Weekly town hall debates would be the ultimate "reality TV".  As a summer series, it would be a ratings blockbuster.  The broadcast networks would bid against each other for the right to cover it.  It would be the C-Span version of American Idol.

    As a Democrat and Obama supporter, I don't worry about how Barack would fare.  He has certainly demonstrated, recently, his joyfull willingness to rhetorically whip McCain's lightly freckled ass.  And I don't worry about giving McCain too much air time.  Sometimes, the best way to make your opponent look foolish is to let him talk.

    I would insist, nevertheless, that there be no "moderator" -- only a chess clock.  Each contestant gets an hour total to talk.  Audience members to be selected by lot.  Audience questions to be pre-recorded.  Each contestant gets to play any audience question he wants -- on his own time.  Runner-up gets a lovely dinette set.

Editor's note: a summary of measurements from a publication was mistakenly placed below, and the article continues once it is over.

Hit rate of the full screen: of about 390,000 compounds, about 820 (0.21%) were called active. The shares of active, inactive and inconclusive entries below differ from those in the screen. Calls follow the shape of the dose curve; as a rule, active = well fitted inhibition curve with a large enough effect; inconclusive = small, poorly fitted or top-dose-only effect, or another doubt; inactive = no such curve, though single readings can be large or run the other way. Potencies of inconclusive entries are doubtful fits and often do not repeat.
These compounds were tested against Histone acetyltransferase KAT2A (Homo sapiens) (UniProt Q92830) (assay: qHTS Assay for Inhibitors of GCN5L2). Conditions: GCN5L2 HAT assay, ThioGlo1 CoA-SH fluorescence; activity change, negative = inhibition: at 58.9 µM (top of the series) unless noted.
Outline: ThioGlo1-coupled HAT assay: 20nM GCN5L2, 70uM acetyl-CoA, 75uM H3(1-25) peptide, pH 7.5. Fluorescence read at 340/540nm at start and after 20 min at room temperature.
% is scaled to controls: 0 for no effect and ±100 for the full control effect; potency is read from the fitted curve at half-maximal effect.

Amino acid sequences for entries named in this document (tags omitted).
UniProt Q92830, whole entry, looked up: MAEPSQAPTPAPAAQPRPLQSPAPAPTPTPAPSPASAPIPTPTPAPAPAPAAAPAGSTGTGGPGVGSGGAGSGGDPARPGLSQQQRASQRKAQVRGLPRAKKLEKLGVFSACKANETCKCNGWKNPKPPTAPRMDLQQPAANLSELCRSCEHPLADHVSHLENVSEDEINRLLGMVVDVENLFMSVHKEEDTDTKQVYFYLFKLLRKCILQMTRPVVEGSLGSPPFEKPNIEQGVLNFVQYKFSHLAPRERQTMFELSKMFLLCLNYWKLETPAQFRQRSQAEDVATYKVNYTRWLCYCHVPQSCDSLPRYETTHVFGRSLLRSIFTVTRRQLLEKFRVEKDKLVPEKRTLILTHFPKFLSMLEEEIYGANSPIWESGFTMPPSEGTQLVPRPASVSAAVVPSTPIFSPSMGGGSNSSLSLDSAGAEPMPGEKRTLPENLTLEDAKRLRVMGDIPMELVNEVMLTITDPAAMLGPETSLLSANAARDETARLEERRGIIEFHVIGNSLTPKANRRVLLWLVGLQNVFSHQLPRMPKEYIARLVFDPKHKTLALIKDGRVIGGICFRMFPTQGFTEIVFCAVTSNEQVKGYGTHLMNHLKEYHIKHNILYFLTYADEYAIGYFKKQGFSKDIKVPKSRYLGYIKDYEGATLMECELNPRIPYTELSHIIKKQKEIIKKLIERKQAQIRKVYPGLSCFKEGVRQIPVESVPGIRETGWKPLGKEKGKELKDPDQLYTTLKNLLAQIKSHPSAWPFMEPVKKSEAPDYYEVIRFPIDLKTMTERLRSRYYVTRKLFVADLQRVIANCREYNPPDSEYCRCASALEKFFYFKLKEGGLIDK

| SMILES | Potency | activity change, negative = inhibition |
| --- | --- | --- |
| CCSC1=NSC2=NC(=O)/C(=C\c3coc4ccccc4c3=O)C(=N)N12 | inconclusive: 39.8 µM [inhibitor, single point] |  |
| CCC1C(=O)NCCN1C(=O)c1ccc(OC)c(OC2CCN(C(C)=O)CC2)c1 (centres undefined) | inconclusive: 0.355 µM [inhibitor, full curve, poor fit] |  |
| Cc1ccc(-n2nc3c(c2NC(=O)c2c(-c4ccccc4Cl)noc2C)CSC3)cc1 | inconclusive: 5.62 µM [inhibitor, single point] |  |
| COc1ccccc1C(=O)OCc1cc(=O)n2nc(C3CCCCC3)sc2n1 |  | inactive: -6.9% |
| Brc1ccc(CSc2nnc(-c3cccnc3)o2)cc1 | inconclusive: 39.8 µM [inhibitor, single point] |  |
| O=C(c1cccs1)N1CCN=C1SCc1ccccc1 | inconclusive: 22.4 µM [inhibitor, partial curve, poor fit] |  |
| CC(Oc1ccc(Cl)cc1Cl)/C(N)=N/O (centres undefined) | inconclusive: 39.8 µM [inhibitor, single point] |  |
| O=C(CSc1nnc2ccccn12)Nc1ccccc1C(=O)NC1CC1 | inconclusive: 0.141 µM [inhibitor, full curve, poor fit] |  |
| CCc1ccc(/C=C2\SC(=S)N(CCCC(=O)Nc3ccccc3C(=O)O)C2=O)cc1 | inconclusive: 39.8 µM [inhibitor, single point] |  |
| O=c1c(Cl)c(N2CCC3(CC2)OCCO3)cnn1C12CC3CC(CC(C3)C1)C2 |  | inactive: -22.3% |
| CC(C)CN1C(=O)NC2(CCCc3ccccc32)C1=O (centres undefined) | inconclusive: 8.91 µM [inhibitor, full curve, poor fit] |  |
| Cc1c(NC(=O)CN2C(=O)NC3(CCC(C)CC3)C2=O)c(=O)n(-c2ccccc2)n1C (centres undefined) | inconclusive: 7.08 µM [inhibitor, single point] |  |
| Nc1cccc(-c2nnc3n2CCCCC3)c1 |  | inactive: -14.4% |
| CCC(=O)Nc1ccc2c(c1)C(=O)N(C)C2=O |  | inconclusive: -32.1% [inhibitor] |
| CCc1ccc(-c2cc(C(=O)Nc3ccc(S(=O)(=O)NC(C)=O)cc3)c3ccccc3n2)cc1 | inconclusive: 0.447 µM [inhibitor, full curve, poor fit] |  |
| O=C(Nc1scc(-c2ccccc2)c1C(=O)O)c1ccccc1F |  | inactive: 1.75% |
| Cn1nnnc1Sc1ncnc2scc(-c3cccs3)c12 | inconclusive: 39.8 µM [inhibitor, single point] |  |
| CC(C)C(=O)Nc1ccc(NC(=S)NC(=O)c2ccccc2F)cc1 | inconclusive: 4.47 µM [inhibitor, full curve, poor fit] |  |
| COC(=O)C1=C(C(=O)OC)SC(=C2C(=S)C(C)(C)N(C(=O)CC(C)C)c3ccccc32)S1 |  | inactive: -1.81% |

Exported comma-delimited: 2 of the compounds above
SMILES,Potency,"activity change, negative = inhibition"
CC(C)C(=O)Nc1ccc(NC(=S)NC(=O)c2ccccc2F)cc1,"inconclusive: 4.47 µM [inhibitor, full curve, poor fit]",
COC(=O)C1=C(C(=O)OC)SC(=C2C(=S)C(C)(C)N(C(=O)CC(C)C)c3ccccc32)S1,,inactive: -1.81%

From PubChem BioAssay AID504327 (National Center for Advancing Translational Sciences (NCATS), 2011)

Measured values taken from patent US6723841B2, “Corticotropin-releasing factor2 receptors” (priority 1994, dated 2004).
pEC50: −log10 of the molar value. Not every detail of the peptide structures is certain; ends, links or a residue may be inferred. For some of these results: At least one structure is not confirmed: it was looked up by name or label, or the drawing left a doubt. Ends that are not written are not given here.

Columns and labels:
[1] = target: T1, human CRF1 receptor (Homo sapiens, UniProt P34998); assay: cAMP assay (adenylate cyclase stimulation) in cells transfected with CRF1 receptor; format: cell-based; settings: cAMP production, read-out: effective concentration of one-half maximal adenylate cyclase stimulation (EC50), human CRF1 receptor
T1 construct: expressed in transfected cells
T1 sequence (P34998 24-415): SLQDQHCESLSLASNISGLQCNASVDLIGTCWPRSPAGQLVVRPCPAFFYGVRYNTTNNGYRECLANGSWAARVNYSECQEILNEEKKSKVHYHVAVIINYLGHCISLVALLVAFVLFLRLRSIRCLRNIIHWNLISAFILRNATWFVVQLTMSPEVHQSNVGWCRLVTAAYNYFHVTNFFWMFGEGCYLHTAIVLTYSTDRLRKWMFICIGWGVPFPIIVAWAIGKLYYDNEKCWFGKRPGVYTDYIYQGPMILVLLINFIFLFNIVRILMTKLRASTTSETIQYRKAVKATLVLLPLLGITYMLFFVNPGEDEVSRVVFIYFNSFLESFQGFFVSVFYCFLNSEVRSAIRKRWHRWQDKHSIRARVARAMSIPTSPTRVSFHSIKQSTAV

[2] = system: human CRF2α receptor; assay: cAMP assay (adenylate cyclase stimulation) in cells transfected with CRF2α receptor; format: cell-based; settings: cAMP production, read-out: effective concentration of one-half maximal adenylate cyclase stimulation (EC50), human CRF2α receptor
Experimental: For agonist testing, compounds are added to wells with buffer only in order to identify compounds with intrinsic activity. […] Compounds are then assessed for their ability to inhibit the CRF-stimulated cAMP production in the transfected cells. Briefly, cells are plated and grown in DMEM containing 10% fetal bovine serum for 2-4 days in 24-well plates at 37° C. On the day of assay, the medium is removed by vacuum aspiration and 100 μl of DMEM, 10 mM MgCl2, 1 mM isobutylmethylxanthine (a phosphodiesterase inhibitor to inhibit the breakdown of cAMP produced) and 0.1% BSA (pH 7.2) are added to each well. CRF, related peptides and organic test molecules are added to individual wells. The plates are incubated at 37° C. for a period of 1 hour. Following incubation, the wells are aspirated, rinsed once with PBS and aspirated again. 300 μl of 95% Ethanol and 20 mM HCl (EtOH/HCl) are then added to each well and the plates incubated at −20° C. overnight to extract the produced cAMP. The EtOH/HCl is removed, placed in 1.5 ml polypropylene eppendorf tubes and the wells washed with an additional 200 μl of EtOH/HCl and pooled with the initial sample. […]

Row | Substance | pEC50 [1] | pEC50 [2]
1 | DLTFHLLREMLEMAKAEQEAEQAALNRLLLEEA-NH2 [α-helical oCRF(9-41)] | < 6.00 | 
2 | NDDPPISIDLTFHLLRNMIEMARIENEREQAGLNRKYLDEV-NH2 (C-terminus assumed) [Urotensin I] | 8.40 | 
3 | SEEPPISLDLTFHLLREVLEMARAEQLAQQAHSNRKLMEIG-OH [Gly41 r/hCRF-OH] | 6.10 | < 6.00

-- TP


  • Voting "present" on abortion legislation as a parliamentary maneuver is one thing.  Voting "aye" to authorize Dick and Dubya's Excellent Adventure in Iraq is another thing.  We can argue which was a worse thing, if you like.

    But it might be more productive to argue about health insurance.  Specifically, which is more important to you:  the insurance or the mandate?  That is, will you be happy if everybody who wants health insurance is guaranteed an affordable policy?  If Obama can make that happen, will you still insist on a mandate?

    -- TP


  • Hillary should certainly continue to speak for her supporters, but WHAT DO THEY WANT?  Aside from a President Hillary rather than a President Barack, I mean.  Anybody is entitled to want anything, of course, but I would feel better if I knew what Hillary's supporters want that they don't believe Barack will deliver.  

    The main thing that comes to my mind is a personal mandate on health care.  I happen to think that Hillary is right on that one:  "universal health care" is the flip side of the "universal health insurance" coin.  But is that what it really boils down to?